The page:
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John Marquardt

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Southern Humor in Congress

The halls of Congress today are seldom filled with the sound of laughter.  The humor that pervaded congressional proceedings over a century ago has now given way to only angry shouts and hateful partisan rhetoric engendered by a variety of ever-growing regional, political, racial and social differences.  Not that such divisions did not exist during the latter half of the…
John Marquardt
November 29, 2022
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Never the Twain

In today’s America, to paraphrase Rudyard Kipling, North is North, and South is South, and never the twain shall meet. This dichotomy, of course, was not always the case, for after the many years of bitter sectional rancor and four years of bloody internecine warfare that took place over half a century before, the North and the South finally managed…
John Marquardt
October 17, 2022
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Give Me That Old Time Rebellion

A while back, some of the folks at Abbeville Institute turned out a fine anthology of the greatest Southern rock melodies of the present day. Music, of course, like most everything else, changes with the times and there were other golden eras for country music that gave the listeners of their day a far different sound and put them in…
John Marquardt
September 19, 2022
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The War that House Built

It might truly be said that the death, funeral and burial of Thomas Jefferson’s American republic came about at the hands of the nation’s three most prominent wartime presidents . . . with Abraham Lincoln digging the grave, Woodrow Wilson constructing the coffin and Franklin Roosevelt performing the final interment of America’s body politic. As to the wars themselves, while…
John Marquardt
August 10, 2022
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The Lost Cause of Conservatism

The history of political parties in America is as old as the United States itself and while the seeds of England’s Whig and Tory Parties goes back to 1679, those in America even predated the rise of most such factions in Europe by several decades. However, for half a century many of America’s founding fathers, particularly those in the South,…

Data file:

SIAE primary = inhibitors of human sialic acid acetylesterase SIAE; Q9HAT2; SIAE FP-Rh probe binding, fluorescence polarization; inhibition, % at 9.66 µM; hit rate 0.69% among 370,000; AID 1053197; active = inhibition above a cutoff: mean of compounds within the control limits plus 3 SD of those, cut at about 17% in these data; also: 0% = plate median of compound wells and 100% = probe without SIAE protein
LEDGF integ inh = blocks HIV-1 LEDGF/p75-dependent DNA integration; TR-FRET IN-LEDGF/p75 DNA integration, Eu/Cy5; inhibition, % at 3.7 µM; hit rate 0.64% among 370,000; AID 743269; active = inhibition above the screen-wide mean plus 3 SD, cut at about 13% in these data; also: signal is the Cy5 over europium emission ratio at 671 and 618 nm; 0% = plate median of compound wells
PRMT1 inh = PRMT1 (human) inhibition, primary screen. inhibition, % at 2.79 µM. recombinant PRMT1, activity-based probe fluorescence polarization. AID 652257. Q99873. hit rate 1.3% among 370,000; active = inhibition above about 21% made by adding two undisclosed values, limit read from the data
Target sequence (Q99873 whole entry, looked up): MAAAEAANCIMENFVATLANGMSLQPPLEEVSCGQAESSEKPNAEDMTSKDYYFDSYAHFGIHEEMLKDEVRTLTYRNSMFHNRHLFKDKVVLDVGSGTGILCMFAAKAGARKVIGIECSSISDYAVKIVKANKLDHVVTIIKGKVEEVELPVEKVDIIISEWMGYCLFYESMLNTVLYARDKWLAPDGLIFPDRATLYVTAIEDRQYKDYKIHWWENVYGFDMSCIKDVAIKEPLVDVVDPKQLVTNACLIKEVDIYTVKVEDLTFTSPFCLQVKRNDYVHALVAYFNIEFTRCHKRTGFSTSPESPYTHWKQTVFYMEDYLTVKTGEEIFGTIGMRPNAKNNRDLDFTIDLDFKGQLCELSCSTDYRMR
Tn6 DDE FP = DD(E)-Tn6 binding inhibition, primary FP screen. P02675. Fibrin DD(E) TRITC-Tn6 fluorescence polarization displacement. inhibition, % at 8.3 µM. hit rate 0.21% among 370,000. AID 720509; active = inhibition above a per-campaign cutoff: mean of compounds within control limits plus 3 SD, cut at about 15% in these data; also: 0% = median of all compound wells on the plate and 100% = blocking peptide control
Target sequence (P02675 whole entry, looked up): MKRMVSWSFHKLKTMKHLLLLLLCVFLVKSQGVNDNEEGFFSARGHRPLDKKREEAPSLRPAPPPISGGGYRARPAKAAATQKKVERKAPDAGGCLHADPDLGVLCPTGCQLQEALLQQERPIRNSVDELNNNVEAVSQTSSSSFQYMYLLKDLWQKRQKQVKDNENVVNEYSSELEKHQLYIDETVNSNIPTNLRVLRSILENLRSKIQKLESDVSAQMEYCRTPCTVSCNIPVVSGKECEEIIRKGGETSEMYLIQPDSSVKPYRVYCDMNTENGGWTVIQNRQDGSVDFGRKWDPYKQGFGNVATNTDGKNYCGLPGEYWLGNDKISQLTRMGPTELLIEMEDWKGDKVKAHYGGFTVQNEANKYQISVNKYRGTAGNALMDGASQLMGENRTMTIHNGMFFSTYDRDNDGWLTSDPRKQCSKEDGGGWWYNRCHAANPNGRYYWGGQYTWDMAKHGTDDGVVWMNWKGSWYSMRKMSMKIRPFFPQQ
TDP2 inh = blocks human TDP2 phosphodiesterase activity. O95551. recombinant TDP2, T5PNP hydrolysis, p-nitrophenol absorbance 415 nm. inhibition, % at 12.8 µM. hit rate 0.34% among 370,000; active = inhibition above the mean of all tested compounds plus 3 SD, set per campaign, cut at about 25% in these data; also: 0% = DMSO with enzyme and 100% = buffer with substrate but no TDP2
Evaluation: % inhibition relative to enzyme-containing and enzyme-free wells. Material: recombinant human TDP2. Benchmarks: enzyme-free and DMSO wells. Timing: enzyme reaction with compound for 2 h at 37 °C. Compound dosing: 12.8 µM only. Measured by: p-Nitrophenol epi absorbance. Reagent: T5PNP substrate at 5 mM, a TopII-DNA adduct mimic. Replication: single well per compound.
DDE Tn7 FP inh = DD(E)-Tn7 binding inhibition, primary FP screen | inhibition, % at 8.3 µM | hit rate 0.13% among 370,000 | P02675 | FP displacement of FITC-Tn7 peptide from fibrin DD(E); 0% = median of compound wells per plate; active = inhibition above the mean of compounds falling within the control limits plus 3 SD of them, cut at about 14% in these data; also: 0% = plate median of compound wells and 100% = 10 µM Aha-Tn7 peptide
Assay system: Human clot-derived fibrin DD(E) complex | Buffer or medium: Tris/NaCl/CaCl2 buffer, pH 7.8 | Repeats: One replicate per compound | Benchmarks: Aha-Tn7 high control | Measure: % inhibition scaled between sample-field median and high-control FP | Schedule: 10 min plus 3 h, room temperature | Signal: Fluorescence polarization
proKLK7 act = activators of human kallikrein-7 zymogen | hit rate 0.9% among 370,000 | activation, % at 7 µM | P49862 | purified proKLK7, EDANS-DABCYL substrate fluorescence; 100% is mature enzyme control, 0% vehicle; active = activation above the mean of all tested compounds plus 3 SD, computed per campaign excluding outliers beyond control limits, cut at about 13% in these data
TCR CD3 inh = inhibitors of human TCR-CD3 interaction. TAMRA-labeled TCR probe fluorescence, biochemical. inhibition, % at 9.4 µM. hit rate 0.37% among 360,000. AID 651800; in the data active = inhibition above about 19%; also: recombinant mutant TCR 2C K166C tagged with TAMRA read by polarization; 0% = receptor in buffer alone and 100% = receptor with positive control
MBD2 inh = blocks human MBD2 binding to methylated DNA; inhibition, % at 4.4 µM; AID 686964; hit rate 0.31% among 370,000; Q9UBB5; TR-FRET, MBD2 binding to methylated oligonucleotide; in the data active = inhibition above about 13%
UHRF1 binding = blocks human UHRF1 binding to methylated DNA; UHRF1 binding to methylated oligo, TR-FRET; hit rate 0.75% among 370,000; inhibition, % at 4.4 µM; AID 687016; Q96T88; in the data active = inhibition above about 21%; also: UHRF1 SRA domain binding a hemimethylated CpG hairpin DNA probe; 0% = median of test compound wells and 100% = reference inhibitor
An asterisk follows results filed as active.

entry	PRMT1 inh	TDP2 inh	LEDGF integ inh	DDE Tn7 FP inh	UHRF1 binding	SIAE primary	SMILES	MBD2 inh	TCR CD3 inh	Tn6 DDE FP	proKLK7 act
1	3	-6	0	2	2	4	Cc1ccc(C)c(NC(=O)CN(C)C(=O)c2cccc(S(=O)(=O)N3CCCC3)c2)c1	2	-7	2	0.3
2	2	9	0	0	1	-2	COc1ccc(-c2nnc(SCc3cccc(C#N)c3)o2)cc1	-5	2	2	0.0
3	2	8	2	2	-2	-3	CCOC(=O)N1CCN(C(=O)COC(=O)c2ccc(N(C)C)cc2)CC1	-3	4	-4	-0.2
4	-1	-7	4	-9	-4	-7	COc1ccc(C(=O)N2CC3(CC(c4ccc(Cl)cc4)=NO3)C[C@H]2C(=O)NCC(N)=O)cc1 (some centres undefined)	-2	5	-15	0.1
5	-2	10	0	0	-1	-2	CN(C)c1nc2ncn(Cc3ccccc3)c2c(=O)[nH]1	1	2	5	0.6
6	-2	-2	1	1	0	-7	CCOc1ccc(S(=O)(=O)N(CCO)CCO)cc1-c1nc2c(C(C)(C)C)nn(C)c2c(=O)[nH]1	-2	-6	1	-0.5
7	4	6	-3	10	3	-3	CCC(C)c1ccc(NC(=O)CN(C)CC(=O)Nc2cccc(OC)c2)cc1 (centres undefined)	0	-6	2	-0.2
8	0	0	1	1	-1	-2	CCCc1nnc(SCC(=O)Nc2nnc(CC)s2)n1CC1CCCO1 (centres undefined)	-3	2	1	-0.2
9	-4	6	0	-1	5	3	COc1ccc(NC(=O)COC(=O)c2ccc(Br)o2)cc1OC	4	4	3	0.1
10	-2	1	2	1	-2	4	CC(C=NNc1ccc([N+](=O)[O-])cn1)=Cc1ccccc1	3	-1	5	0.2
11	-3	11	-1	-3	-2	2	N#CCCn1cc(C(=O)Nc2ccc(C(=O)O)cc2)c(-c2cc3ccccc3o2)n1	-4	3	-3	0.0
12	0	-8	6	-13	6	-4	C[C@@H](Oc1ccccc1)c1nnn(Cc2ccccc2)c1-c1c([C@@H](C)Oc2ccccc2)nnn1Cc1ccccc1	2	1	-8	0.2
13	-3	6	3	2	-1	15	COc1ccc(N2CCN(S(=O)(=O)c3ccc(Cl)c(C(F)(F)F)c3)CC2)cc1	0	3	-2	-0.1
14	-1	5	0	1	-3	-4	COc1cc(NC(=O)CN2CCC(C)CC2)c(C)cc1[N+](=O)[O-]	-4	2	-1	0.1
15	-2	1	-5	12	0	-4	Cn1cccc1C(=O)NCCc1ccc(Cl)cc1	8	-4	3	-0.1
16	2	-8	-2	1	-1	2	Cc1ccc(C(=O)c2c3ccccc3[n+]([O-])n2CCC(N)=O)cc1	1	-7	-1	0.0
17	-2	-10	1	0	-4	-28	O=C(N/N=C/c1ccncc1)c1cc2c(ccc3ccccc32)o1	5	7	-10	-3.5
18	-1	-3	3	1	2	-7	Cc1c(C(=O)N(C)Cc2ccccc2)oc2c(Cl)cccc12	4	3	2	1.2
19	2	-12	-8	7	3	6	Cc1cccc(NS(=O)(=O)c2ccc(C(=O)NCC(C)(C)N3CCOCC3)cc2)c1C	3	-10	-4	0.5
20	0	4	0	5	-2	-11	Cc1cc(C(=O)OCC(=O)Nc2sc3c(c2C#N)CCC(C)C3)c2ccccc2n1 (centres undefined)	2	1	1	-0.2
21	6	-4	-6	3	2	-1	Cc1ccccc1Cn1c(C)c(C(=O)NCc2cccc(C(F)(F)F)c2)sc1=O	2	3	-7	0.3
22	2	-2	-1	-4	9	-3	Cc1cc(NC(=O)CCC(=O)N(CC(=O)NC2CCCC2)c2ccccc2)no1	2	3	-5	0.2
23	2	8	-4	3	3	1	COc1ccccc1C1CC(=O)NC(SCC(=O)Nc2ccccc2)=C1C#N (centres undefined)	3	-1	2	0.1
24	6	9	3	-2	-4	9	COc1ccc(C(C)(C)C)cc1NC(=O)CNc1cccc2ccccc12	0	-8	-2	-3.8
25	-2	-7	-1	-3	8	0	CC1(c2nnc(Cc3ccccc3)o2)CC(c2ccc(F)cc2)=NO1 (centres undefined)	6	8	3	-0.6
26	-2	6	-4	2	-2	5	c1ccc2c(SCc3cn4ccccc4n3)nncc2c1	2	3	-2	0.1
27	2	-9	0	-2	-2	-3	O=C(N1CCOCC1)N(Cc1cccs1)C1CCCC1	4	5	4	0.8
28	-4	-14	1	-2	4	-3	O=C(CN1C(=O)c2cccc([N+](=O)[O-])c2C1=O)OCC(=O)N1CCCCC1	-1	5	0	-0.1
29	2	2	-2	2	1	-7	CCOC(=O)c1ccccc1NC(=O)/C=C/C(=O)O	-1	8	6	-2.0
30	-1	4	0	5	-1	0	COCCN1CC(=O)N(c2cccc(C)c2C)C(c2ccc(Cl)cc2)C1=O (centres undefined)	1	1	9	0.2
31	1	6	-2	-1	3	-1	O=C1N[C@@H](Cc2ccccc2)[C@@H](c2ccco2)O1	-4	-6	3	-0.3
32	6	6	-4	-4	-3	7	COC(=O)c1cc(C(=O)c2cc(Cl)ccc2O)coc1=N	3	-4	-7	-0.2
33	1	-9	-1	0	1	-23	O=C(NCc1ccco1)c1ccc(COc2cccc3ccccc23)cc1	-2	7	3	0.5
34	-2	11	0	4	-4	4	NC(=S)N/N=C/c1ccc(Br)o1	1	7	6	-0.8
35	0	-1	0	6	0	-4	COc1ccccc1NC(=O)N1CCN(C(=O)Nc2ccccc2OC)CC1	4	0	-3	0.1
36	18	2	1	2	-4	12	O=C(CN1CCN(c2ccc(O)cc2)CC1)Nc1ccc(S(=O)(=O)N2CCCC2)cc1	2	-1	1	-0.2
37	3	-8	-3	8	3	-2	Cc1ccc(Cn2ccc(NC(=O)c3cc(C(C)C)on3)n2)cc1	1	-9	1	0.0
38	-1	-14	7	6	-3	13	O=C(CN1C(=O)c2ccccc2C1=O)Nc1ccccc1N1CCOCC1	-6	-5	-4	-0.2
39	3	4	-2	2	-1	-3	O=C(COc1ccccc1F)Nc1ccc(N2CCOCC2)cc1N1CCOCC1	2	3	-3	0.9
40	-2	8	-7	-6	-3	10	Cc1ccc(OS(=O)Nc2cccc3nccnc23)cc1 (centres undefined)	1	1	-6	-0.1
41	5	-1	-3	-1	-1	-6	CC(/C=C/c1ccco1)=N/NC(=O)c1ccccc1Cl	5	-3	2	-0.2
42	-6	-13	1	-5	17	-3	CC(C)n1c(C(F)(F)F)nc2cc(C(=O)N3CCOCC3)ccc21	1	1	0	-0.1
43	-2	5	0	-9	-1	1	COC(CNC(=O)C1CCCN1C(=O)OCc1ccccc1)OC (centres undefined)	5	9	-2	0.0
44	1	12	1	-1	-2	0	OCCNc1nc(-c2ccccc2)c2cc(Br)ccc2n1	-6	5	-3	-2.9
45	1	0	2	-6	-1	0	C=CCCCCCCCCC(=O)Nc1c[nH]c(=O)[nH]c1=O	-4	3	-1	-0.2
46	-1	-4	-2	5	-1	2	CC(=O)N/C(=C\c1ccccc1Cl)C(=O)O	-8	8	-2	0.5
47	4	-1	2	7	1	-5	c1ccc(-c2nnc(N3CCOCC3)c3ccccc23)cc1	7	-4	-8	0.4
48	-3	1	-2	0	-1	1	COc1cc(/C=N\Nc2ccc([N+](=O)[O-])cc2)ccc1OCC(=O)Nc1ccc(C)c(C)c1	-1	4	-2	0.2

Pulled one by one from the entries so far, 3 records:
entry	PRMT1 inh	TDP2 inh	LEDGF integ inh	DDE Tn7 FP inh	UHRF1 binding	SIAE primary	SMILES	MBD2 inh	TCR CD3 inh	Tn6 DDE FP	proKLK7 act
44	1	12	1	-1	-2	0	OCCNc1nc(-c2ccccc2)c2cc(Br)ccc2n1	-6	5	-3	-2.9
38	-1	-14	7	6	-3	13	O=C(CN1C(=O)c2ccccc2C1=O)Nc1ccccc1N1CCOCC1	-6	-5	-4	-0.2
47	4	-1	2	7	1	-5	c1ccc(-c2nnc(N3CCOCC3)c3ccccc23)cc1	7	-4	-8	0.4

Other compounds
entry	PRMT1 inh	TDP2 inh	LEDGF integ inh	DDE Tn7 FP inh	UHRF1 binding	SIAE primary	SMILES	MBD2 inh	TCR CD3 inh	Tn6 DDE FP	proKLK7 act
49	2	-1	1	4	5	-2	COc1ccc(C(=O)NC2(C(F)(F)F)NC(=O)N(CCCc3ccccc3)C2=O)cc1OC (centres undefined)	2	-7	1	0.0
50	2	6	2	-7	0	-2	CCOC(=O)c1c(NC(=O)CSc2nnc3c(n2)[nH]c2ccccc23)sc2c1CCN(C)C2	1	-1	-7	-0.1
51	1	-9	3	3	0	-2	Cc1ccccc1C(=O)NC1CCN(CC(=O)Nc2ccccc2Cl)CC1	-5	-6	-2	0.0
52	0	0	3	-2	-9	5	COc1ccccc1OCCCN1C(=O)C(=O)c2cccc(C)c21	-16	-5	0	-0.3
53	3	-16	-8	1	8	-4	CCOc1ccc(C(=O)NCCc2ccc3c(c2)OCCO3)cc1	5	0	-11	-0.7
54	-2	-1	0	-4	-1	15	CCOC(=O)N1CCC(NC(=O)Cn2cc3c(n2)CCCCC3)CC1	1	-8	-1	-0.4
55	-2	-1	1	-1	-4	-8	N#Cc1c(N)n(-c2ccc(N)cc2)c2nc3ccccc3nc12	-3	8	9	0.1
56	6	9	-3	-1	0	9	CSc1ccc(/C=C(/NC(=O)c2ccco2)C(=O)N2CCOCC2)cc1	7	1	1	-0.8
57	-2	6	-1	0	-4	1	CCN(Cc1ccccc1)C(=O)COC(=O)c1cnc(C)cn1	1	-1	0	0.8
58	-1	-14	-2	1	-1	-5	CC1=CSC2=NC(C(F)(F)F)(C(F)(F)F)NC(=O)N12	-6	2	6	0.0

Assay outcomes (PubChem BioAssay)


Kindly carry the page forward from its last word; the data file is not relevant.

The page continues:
John Marquardt
July 13, 2022
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Dixie Africanus

Black slaves toiling in the fields of large plantations, gentlemen in frock coats and ladies in hoop skirts relaxing on the verandas of large mansions . . . all set in places named Georgia, Kentucky, Louisiana, Maryland and Mississippi. Most would imagine this to be a picture of the antebellum American South, but they would be mistaken, as it would…
John Marquardt
June 14, 2022
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Boston, Home of the Bean, Cod, and Slaves

In a penitent act of fiscal flagellation, Harvard University recently reported that it was establishing a hundred million dollar “Legacy of Slavery Fund” in an effort to atone for its century and half history of using enslaved people.  In the report, it was cited that from its founding in 1636 until 1783, when the Massachusetts Supreme Court declared slavery to…
John Marquardt
May 10, 2022
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The War of Secession

A line from Shakespeare asked, “What’s in a name?” In the case of the great American conflict of 1861, the name by which it has become generally known is, of course, the "Civil War." This term was, however, only occasionally used during the war, such as Lincoln’s reference in his 1863 Gettysburg Address that the country was “engaged in a…